Engineering geology provides a systematic knowledge of construction material, itsoccurrence, composition, durability, and other properties. Examples of such constructionmaterials are building-stones, road materials, clays, limestone, and laterite.The knowledge of the geological work of natural agencies such as water, wind, ice andearthquake helps in planning and carrying out major civil engineering works. For examples,the knowledge of erosion, transportation, and deposition helps greatly in solving theexpensive problems of river control, coastal and harbour work and soil conservation.The knowledge about groundwater that occurs in the subsurface rocks and about itsquantity and depth of occurrence is required in connection with water supply irrigation,excavation and may other civil engineering works.The foundation problems of dams, bridges, and buildings are directly concerned with thegeology of the area where they are to be built. In these works, drilling is commonlyundertaken to explore the ground conditions. Geology helps greatly in interpreting thedrilling data.In tunnelling, constructing roads, canals, and docks and in determining the stability of cutsand slopes, the knowledge about the nature and structure of rocks is very necessary.
Engineering Geology Unit - I
Siva Bharatha Murthy . T Page 3
Before starting a major engineering project at a place a detailed geological report, which isaccompanied by geological maps and sections, is prepared. Such a report helps in planningand constructing the project.The stability of the civil engineering structures is considerably increased if the geologicalfeatures like faults,
and solution channels etc. in the rock beds are properlylocated and suitably treated.In the study of soil mechanics, it is necessary to know how the soil materials are formed innature.For a major engineering project, precise geological survey is carried out and results thusobtained are used in solving engineering problems at hand. The cost of engineering workswill considerably be reduced if the geological survey of the area concerned is done beforehand.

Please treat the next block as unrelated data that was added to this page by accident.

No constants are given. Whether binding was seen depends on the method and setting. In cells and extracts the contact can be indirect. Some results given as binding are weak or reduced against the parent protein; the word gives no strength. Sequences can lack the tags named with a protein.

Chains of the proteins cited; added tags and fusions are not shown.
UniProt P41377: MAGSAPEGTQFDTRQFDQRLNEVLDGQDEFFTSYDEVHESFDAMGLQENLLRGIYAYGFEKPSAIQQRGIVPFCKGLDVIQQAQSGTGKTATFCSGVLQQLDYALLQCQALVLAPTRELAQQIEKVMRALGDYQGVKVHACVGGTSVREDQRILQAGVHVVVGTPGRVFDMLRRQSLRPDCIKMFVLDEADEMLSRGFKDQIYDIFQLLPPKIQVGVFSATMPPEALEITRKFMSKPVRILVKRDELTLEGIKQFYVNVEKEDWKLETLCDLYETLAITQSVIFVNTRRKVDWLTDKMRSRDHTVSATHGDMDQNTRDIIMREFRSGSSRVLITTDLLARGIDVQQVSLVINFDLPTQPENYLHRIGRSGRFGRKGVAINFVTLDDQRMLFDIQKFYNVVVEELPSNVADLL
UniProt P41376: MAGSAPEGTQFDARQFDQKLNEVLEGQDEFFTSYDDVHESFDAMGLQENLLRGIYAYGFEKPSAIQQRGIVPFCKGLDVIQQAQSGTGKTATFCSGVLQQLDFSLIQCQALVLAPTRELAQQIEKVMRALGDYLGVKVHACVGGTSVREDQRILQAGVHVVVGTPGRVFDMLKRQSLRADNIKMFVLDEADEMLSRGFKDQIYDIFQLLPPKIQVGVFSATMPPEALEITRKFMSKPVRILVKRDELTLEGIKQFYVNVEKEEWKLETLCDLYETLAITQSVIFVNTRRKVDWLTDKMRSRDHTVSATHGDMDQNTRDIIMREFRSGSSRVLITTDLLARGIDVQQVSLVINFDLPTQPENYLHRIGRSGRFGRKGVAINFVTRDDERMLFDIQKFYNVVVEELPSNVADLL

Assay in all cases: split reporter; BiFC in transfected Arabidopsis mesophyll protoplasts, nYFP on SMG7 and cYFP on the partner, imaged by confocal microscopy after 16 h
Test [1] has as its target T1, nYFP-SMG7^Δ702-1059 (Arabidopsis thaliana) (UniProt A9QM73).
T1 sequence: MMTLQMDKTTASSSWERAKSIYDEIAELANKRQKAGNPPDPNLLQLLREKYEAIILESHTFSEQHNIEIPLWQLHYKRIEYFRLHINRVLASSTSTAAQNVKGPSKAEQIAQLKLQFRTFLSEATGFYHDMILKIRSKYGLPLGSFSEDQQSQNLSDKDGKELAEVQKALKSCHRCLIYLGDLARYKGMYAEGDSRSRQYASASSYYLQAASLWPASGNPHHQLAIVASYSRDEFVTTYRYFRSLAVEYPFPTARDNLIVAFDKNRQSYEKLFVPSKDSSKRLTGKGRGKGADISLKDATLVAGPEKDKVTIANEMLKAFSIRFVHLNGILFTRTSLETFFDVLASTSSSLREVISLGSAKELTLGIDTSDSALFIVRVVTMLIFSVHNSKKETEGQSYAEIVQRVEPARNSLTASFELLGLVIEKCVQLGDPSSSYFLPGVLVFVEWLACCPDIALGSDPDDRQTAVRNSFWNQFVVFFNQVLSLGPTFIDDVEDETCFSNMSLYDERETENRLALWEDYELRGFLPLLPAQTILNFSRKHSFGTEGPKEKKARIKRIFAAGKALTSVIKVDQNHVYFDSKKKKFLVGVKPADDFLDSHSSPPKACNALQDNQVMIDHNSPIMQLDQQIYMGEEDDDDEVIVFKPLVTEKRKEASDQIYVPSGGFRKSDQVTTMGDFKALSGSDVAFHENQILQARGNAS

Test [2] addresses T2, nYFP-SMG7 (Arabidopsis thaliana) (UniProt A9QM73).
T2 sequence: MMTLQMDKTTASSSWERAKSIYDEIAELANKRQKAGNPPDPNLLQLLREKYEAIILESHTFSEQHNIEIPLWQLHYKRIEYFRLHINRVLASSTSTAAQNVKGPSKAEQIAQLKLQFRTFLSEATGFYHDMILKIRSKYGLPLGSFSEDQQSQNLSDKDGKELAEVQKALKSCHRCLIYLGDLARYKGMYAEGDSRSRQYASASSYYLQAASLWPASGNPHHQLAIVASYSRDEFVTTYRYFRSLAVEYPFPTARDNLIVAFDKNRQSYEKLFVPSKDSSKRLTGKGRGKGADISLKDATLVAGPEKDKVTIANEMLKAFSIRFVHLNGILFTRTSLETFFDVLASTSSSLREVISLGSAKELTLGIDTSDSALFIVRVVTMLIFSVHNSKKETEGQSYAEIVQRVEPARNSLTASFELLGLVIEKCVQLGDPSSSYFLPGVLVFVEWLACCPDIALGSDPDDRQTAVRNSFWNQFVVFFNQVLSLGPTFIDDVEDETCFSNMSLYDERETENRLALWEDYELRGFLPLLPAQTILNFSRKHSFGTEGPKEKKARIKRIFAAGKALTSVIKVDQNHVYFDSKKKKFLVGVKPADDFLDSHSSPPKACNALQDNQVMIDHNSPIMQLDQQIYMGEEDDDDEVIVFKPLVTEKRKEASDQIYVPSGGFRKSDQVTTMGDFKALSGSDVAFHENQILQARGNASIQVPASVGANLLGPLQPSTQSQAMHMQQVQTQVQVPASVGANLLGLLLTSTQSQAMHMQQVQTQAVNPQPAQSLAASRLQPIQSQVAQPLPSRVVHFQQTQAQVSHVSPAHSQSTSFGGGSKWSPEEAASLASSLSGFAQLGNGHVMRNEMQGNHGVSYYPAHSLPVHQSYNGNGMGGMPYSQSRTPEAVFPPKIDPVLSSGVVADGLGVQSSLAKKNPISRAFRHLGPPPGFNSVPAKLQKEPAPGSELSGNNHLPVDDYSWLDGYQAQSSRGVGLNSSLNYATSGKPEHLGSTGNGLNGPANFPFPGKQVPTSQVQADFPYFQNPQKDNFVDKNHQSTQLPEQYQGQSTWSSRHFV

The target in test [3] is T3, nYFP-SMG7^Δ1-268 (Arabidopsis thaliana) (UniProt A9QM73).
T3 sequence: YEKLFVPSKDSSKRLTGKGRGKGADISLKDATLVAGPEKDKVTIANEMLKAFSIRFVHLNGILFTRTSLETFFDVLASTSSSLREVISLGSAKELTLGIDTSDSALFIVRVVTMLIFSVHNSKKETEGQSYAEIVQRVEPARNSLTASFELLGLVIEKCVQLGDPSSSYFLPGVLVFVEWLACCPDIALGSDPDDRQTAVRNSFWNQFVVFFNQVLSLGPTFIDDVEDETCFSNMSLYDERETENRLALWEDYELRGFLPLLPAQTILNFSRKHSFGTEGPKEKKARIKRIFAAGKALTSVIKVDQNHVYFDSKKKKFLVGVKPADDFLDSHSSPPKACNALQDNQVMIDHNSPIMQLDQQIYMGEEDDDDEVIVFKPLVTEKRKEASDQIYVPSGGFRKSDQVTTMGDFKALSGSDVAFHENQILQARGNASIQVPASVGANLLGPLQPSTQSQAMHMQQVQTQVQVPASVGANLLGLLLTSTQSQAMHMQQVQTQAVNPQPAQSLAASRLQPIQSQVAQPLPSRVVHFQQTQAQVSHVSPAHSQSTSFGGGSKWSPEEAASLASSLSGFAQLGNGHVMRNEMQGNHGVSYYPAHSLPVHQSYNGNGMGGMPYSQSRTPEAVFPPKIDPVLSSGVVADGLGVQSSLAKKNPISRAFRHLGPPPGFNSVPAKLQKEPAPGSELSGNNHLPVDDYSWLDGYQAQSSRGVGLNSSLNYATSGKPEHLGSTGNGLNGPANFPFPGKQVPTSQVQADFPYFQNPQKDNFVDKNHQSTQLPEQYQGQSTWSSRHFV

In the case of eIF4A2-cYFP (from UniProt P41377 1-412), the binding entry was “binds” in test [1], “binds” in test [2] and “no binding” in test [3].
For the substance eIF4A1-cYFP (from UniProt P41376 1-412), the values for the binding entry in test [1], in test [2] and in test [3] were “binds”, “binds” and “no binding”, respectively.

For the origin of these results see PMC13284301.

1- fault: a fracture or fracture zone in rock along which movement has occurred. 2- joint: a fracture in rockalong which there has been no displacement. 3- fold: a bend or flexure in a rock unit or series of rock units thathas been caused by crustal movements.
Engineering Geologist Vs Civil Engineer:
The engineering geologist presents geological data and interpretations for use by the civilengineer. The civil engineers have to deal mostly with soil and rocks, timbers, steel, andconcrete. In a great majority of civil engineering, projects and the designs, involve the soilsand rocks almost directly.Civil engineering is to construct the structure and facilities for transport, water supply,hydropower, flood control, environmental protection, sewage and waste disposal, urbandevelopment and more. In above fields, civil engineers construct and maintain waterways,highways, railway, pipelines, dam and reservoirs and tunnels.
Role of the engineer in the systematic exploration of a site
The investigation of the suitability and characteristics of sites as they affect the design andconstruction of civil engineering works and the security of neighbouring structures is laidout in British Standard Code of Practice for site investigations (BS 5930:1981, formerly CP2001). The sections on geology and site exploration define the minimum that a professionalengineer should know.The systematic exploration and investigation of a new site may involve five stages of procedure. These stages are:1.
Preliminary investigation using published information and other existing data;2.
A detailed geological survey of the site, possibly with a photo-geology study;